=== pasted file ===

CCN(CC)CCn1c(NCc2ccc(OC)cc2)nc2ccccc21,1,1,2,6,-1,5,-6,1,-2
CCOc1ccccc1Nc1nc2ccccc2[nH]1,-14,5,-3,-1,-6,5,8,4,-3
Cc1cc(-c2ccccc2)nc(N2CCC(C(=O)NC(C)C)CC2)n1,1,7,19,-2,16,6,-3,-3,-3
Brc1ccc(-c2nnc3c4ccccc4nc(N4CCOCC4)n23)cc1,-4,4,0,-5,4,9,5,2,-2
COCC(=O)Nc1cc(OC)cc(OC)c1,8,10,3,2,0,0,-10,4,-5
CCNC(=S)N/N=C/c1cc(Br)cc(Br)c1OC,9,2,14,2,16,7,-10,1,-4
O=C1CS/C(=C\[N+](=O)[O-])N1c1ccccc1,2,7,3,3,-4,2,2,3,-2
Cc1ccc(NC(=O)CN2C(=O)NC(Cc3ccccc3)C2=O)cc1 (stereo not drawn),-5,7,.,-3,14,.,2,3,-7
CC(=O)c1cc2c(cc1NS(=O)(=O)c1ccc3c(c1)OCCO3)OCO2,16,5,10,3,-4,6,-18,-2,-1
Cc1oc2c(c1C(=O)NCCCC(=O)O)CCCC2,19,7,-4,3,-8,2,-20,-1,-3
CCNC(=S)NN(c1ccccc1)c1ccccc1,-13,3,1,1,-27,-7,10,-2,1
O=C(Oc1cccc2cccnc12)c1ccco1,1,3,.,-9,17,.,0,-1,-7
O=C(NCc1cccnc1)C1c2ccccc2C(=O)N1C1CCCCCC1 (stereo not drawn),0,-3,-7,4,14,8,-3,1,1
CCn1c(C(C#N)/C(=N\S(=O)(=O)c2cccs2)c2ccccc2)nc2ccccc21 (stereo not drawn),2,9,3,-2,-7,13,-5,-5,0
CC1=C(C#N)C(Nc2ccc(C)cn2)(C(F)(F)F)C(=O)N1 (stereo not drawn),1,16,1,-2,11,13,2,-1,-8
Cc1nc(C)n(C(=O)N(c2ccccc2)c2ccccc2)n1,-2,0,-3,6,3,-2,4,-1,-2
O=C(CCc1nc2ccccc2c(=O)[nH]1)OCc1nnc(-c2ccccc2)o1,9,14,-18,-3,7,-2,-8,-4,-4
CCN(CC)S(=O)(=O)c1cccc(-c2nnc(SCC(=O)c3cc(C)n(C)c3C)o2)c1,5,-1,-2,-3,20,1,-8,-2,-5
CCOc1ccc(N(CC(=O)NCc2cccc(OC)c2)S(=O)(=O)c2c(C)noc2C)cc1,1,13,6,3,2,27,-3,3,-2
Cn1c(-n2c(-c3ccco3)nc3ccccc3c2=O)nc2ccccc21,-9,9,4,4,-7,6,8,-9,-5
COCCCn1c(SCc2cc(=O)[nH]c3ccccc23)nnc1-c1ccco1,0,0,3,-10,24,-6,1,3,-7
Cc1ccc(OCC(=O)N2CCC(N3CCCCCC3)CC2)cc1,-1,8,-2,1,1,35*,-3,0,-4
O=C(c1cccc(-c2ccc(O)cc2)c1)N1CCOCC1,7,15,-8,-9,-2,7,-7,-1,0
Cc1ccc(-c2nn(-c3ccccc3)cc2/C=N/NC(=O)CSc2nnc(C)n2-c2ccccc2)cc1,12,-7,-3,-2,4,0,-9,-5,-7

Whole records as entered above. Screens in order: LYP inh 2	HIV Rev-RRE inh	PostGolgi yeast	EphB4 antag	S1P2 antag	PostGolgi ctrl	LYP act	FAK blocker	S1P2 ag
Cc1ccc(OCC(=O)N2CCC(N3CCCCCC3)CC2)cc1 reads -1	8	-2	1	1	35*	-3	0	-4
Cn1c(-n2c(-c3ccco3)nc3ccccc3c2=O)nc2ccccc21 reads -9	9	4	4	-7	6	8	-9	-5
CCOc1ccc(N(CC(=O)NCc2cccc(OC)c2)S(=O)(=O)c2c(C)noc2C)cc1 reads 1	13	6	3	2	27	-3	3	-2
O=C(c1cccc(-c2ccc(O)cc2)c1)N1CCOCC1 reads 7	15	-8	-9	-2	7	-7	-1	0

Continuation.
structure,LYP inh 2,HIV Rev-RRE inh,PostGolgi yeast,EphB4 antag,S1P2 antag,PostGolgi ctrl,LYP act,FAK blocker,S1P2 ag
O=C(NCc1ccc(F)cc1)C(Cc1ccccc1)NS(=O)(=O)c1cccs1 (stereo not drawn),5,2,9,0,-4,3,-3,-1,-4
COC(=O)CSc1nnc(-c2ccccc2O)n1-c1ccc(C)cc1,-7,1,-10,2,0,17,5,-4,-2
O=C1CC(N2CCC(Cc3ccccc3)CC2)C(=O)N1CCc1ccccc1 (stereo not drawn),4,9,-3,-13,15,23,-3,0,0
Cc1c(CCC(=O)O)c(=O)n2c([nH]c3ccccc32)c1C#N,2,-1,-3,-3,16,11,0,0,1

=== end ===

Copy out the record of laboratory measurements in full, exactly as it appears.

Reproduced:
CCN(CC)CCn1c(NCc2ccc(OC)cc2)nc2ccccc21,1,1,2,6,-1,5,-6,1,-2
CCOc1ccccc1Nc1nc2ccccc2[nH]1,-14,5,-3,-1,-6,5,8,4,-3
Cc1cc(-c2ccccc2)nc(N2CCC(C(=O)NC(C)C)CC2)n1,1,7,19,-2,16,6,-3,-3,-3
Brc1ccc(-c2nnc3c4ccccc4nc(N4CCOCC4)n23)cc1,-4,4,0,-5,4,9,5,2,-2
COCC(=O)Nc1cc(OC)cc(OC)c1,8,10,3,2,0,0,-10,4,-5
CCNC(=S)N/N=C/c1cc(Br)cc(Br)c1OC,9,2,14,2,16,7,-10,1,-4
O=C1CS/C(=C\[N+](=O)[O-])N1c1ccccc1,2,7,3,3,-4,2,2,3,-2
Cc1ccc(NC(=O)CN2C(=O)NC(Cc3ccccc3)C2=O)cc1 (stereo not drawn),-5,7,.,-3,14,.,2,3,-7
CC(=O)c1cc2c(cc1NS(=O)(=O)c1ccc3c(c1)OCCO3)OCO2,16,5,10,3,-4,6,-18,-2,-1
Cc1oc2c(c1C(=O)NCCCC(=O)O)CCCC2,19,7,-4,3,-8,2,-20,-1,-3
CCNC(=S)NN(c1ccccc1)c1ccccc1,-13,3,1,1,-27,-7,10,-2,1
O=C(Oc1cccc2cccnc12)c1ccco1,1,3,.,-9,17,.,0,-1,-7
O=C(NCc1cccnc1)C1c2ccccc2C(=O)N1C1CCCCCC1 (stereo not drawn),0,-3,-7,4,14,8,-3,1,1
CCn1c(C(C#N)/C(=N\S(=O)(=O)c2cccs2)c2ccccc2)nc2ccccc21 (stereo not drawn),2,9,3,-2,-7,13,-5,-5,0
CC1=C(C#N)C(Nc2ccc(C)cn2)(C(F)(F)F)C(=O)N1 (stereo not drawn),1,16,1,-2,11,13,2,-1,-8
Cc1nc(C)n(C(=O)N(c2ccccc2)c2ccccc2)n1,-2,0,-3,6,3,-2,4,-1,-2
O=C(CCc1nc2ccccc2c(=O)[nH]1)OCc1nnc(-c2ccccc2)o1,9,14,-18,-3,7,-2,-8,-4,-4
CCN(CC)S(=O)(=O)c1cccc(-c2nnc(SCC(=O)c3cc(C)n(C)c3C)o2)c1,5,-1,-2,-3,20,1,-8,-2,-5
CCOc1ccc(N(CC(=O)NCc2cccc(OC)c2)S(=O)(=O)c2c(C)noc2C)cc1,1,13,6,3,2,27,-3,3,-2
Cn1c(-n2c(-c3ccco3)nc3ccccc3c2=O)nc2ccccc21,-9,9,4,4,-7,6,8,-9,-5
COCCCn1c(SCc2cc(=O)[nH]c3ccccc23)nnc1-c1ccco1,0,0,3,-10,24,-6,1,3,-7
Cc1ccc(OCC(=O)N2CCC(N3CCCCCC3)CC2)cc1,-1,8,-2,1,1,35*,-3,0,-4
O=C(c1cccc(-c2ccc(O)cc2)c1)N1CCOCC1,7,15,-8,-9,-2,7,-7,-1,0
Cc1ccc(-c2nn(-c3ccccc3)cc2/C=N/NC(=O)CSc2nnc(C)n2-c2ccccc2)cc1,12,-7,-3,-2,4,0,-9,-5,-7

Whole records as entered above. Screens in order: LYP inh 2	HIV Rev-RRE inh	PostGolgi yeast	EphB4 antag	S1P2 antag	PostGolgi ctrl	LYP act	FAK blocker	S1P2 ag
Cc1ccc(OCC(=O)N2CCC(N3CCCCCC3)CC2)cc1 reads -1	8	-2	1	1	35*	-3	0	-4
Cn1c(-n2c(-c3ccco3)nc3ccccc3c2=O)nc2ccccc21 reads -9	9	4	4	-7	6	8	-9	-5
CCOc1ccc(N(CC(=O)NCc2cccc(OC)c2)S(=O)(=O)c2c(C)noc2C)cc1 reads 1	13	6	3	2	27	-3	3	-2
O=C(c1cccc(-c2ccc(O)cc2)c1)N1CCOCC1 reads 7	15	-8	-9	-2	7	-7	-1	0

Continuation.
structure,LYP inh 2,HIV Rev-RRE inh,PostGolgi yeast,EphB4 antag,S1P2 antag,PostGolgi ctrl,LYP act,FAK blocker,S1P2 ag
O=C(NCc1ccc(F)cc1)C(Cc1ccccc1)NS(=O)(=O)c1cccs1 (stereo not drawn),5,2,9,0,-4,3,-3,-1,-4
COC(=O)CSc1nnc(-c2ccccc2O)n1-c1ccc(C)cc1,-7,1,-10,2,0,17,5,-4,-2
O=C1CC(N2CCC(Cc3ccccc3)CC2)C(=O)N1CCc1ccccc1 (stereo not drawn),4,9,-3,-13,15,23,-3,0,0
Cc1c(CCC(=O)O)c(=O)n2c([nH]c3ccccc32)c1C#N,2,-1,-3,-3,16,11,0,0,1